PhD Event

3rd year PhD presentation - Pernille Nørgaard Videbæk

Consumer adoption of novel food products: The special case of edible insects

Info about event


Wednesday 11 August 2021,  at 15:00 - 16:30


2628-303, Aarhus BSS, Aarhus University


Department of Management

On 11 August at 15:00, there will be a 3rd year PhD presentation by Pernille Nørgaard Videvæk entitled:

Consumer adoption of novel food products: The special case of edible insects  

Supervisors: Klaus Grunert & Jessica Aschemann-Witzel
Discussants: Susanne Pedersen & Anne Peschel

Research on sustainable consumer behaviour is growing. Especially our meat consumption is a topic of investigation in many Western societies, as we consume well above what is healthy and what is sustainable to produce. Alternative meat products have been suggested as a solution. These can be plant-based alternatives, but since many insects contain high levels of minerals and proteins, these have also been discussed as a substitute for meat. Edible insects are more sustainable to produce, with much less strain on the environment than other protein sources such as red meat. Given their sustainable advantages, they should be an obvious sustainable consumer choice, but often a barrier of disgust inhibits adoption of edible insects (also termed entomophagy) for Western consumers.

The main research question of the thesis is: How can Western consumers be convinced that adoption of edible insects is acceptable? Each paper has a slightly different view of the problem statement, but all contribute to this overall aim.

In the presentation, the three papers of the thesis are outlined. Paper 1 aims to understand the main factors that influence the intention to engage in entomophagy. This paper in large part follows previous entomophagy literature, in that it explores a range of established factors from the literature to test the strength of each of these in affecting the intention to eat insects. These factors furthermore makes it possible to segment the consumers, in an effort to find the segment most likely to adopt insects.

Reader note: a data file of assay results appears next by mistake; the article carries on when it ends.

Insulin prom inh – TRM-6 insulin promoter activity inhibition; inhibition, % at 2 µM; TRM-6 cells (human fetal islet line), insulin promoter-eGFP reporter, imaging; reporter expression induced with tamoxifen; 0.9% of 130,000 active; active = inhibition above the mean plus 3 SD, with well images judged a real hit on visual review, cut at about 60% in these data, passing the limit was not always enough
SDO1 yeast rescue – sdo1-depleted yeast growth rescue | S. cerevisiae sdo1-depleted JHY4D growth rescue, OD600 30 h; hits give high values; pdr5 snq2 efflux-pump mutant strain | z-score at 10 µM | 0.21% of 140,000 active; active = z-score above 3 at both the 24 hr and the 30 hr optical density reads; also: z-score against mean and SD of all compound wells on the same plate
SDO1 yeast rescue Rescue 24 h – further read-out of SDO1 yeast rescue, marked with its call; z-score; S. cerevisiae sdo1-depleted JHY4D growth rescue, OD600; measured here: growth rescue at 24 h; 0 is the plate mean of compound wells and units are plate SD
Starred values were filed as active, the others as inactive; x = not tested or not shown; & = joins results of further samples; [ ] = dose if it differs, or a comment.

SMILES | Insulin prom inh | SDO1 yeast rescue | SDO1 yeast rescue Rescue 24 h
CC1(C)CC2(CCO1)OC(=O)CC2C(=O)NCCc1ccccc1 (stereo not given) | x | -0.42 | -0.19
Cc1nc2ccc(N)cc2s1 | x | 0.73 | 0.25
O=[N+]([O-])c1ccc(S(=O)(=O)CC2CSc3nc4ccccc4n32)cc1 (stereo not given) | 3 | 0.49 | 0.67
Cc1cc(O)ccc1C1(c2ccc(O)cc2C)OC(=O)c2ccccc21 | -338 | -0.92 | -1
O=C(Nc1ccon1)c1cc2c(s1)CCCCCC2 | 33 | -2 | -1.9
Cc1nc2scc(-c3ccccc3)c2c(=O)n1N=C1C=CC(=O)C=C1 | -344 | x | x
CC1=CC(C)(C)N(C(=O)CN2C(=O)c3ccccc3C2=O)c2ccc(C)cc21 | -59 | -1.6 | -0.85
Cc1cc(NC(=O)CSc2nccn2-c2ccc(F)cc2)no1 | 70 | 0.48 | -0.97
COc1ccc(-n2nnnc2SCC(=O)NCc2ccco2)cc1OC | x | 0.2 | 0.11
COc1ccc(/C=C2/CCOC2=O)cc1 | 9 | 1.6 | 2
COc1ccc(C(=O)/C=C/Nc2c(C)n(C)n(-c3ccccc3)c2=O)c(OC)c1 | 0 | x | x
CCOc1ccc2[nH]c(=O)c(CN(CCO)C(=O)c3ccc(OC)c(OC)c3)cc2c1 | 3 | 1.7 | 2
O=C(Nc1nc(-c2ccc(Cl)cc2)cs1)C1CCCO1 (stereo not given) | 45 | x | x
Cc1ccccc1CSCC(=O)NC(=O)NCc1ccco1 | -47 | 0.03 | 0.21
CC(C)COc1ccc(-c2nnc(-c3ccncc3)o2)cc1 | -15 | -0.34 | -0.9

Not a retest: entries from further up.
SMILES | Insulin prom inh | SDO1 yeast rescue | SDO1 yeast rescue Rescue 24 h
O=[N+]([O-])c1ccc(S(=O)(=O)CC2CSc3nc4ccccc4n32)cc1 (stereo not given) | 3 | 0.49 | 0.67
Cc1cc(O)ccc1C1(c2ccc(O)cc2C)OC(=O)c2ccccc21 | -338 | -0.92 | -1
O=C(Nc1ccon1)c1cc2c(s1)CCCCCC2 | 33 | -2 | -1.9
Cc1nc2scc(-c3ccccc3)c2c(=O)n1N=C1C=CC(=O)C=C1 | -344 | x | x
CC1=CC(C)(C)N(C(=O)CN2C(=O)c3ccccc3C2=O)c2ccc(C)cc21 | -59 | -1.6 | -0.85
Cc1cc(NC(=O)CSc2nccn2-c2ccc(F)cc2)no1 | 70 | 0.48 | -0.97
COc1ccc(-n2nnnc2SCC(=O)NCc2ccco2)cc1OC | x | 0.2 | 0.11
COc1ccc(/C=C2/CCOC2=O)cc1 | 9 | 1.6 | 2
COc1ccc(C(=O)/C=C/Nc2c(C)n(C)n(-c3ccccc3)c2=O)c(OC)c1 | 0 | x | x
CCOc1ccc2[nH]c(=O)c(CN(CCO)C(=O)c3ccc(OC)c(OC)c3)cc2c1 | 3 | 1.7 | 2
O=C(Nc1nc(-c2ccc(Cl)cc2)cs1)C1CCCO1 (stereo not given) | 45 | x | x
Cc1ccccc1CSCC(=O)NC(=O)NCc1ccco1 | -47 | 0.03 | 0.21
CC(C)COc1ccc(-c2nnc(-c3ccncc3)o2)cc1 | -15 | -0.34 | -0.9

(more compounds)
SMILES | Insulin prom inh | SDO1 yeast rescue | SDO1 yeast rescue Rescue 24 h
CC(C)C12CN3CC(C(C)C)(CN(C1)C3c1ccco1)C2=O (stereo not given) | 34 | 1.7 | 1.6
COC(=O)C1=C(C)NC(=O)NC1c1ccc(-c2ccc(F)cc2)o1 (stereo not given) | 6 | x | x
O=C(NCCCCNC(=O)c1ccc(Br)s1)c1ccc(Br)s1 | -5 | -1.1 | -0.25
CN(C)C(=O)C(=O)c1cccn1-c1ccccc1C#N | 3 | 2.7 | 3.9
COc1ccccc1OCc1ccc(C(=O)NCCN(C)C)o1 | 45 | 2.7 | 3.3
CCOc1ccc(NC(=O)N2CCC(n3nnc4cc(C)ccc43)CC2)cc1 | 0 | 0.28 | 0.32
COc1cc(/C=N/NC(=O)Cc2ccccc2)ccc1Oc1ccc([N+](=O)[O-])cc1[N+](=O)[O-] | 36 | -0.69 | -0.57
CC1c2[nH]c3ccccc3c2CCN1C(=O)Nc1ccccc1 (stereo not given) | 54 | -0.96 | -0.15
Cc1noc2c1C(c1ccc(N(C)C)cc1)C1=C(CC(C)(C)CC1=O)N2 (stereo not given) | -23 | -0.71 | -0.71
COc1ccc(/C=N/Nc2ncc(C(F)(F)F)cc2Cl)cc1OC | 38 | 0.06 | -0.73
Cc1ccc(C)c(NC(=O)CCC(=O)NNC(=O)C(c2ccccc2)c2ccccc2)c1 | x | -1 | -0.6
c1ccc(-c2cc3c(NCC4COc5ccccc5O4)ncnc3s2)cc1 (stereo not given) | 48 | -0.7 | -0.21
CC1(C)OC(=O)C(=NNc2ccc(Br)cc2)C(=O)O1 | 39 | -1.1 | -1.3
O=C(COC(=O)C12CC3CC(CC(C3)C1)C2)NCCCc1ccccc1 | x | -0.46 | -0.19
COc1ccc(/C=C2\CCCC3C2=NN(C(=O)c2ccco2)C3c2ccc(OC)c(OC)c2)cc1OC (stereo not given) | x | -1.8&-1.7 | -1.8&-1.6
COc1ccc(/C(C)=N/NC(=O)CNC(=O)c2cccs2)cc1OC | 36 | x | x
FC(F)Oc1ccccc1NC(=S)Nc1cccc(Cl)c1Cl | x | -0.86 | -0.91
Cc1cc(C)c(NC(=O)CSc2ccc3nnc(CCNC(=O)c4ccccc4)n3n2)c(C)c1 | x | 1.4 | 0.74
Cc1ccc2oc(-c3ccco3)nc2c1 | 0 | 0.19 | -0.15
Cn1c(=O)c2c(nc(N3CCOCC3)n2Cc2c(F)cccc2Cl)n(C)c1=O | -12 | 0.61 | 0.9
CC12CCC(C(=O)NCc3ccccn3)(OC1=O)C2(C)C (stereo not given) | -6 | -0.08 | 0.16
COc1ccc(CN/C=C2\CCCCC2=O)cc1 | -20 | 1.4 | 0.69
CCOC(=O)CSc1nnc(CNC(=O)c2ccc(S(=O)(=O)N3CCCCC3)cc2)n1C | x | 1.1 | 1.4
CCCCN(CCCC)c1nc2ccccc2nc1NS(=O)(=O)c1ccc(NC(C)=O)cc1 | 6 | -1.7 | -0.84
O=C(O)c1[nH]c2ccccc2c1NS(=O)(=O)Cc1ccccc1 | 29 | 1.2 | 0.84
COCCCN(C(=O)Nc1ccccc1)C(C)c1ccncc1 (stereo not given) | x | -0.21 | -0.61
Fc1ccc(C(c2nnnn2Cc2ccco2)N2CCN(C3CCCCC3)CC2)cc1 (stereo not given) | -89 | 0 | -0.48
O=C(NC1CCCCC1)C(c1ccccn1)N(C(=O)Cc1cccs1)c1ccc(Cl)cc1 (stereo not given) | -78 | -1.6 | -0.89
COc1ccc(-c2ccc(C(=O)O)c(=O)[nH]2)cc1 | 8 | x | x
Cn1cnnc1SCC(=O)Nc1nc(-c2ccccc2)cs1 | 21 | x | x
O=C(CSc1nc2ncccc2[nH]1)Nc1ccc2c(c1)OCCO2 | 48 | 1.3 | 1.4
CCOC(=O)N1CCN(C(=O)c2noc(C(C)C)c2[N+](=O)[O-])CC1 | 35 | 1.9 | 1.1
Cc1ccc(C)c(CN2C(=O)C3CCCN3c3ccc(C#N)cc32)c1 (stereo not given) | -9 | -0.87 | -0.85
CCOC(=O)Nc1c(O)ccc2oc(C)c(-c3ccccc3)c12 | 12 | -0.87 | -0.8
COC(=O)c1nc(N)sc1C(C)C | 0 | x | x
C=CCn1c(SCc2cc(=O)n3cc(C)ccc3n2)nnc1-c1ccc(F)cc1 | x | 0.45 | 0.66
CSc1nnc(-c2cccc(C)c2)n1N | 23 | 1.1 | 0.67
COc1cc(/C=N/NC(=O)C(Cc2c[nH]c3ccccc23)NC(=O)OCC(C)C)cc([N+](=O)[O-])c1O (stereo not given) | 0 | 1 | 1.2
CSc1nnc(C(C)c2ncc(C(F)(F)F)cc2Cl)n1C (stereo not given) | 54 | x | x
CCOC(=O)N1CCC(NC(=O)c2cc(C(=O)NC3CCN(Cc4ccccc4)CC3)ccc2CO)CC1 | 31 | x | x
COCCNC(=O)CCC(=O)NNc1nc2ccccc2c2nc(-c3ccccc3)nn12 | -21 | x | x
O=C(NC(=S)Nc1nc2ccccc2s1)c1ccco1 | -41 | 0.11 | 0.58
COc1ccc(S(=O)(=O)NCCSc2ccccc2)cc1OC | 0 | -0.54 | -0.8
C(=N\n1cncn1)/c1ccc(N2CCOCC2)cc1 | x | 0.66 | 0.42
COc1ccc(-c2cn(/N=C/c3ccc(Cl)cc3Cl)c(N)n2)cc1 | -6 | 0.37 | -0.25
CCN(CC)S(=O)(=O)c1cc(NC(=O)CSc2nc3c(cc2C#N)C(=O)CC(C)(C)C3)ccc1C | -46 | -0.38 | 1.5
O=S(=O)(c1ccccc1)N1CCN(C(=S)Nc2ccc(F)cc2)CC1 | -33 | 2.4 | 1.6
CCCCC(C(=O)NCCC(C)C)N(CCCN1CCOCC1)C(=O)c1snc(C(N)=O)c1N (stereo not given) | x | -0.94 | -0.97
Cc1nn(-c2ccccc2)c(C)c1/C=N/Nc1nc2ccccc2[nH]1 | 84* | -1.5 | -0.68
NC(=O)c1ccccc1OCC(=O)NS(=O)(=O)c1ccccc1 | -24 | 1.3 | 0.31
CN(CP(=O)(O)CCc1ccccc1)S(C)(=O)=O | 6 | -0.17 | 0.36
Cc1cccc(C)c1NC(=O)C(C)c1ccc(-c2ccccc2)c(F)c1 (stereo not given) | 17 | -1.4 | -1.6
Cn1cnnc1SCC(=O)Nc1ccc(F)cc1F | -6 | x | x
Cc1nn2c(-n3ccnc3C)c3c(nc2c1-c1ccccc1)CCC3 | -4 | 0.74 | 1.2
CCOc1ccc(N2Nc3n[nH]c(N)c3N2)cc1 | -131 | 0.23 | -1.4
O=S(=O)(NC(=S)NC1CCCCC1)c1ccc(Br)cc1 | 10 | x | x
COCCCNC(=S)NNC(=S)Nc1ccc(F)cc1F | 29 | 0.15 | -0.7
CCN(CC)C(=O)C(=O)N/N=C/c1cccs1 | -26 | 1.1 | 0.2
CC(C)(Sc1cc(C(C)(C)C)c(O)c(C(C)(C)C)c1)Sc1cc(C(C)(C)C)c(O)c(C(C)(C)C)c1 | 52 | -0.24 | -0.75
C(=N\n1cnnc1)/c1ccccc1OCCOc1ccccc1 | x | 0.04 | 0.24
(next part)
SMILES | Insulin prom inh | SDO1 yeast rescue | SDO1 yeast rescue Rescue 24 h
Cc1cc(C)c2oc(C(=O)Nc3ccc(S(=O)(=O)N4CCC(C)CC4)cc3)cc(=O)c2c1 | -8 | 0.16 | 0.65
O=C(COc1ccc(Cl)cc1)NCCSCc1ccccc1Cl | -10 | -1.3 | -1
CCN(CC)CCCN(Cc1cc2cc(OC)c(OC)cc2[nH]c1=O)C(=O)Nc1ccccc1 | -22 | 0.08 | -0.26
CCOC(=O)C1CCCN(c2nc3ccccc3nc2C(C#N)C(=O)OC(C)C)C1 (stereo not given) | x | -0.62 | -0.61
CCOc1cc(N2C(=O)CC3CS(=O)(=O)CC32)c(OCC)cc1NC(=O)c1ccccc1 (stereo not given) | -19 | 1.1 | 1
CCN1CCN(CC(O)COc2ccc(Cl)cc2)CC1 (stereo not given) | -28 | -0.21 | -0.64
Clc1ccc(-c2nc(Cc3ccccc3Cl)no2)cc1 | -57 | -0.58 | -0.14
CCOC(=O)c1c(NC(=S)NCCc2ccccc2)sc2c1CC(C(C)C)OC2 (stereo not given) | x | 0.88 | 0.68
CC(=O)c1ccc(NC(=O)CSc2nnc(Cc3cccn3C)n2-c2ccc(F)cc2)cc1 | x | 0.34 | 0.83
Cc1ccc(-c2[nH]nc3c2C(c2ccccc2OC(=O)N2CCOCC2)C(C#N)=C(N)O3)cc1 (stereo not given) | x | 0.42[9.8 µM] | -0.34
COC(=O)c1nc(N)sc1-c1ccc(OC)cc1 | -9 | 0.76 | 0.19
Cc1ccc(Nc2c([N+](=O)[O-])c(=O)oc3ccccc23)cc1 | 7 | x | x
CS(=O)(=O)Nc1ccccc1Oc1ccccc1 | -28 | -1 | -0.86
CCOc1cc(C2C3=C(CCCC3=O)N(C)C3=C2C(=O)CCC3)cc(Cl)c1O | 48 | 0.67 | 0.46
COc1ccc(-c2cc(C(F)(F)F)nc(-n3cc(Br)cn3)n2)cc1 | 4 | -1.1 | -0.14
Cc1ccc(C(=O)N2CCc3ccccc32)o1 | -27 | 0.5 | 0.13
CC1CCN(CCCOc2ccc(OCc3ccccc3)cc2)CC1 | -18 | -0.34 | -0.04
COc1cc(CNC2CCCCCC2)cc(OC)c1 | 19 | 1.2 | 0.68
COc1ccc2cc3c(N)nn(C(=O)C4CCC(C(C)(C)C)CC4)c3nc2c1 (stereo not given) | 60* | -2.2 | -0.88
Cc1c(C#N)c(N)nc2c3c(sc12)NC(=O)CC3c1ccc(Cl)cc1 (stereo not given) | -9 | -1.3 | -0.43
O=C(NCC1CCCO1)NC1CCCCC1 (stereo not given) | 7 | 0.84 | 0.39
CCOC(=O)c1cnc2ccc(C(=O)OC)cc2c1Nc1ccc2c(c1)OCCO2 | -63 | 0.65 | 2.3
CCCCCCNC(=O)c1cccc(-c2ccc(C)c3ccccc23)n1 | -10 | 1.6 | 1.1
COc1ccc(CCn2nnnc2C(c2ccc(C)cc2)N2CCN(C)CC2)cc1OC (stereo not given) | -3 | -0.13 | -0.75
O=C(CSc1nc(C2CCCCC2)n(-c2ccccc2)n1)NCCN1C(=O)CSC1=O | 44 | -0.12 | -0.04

Paper 2 furthers the findings of paper 1. The overall aim of the second paper is to examine the possibility of manipulating the emotional response to entomophagy in order to change this seemingly default reaction of disgust towards eating insects.

Paper 3 tries to tackle the overall problem statement of the thesis in a slightly different way than the first two papers. Whereas the first two papers are working under the assumption that consumers will have to adopt edible insects, this third paper instead examines the role edible insects could have as a sustainability prime. The main aim of this study is to examine the possibility of using edible insects as a sustainability cue to prime the choice of other sustainable food products.

The theoretical and practical implications of the research will be discussed.

Everyone is welcome!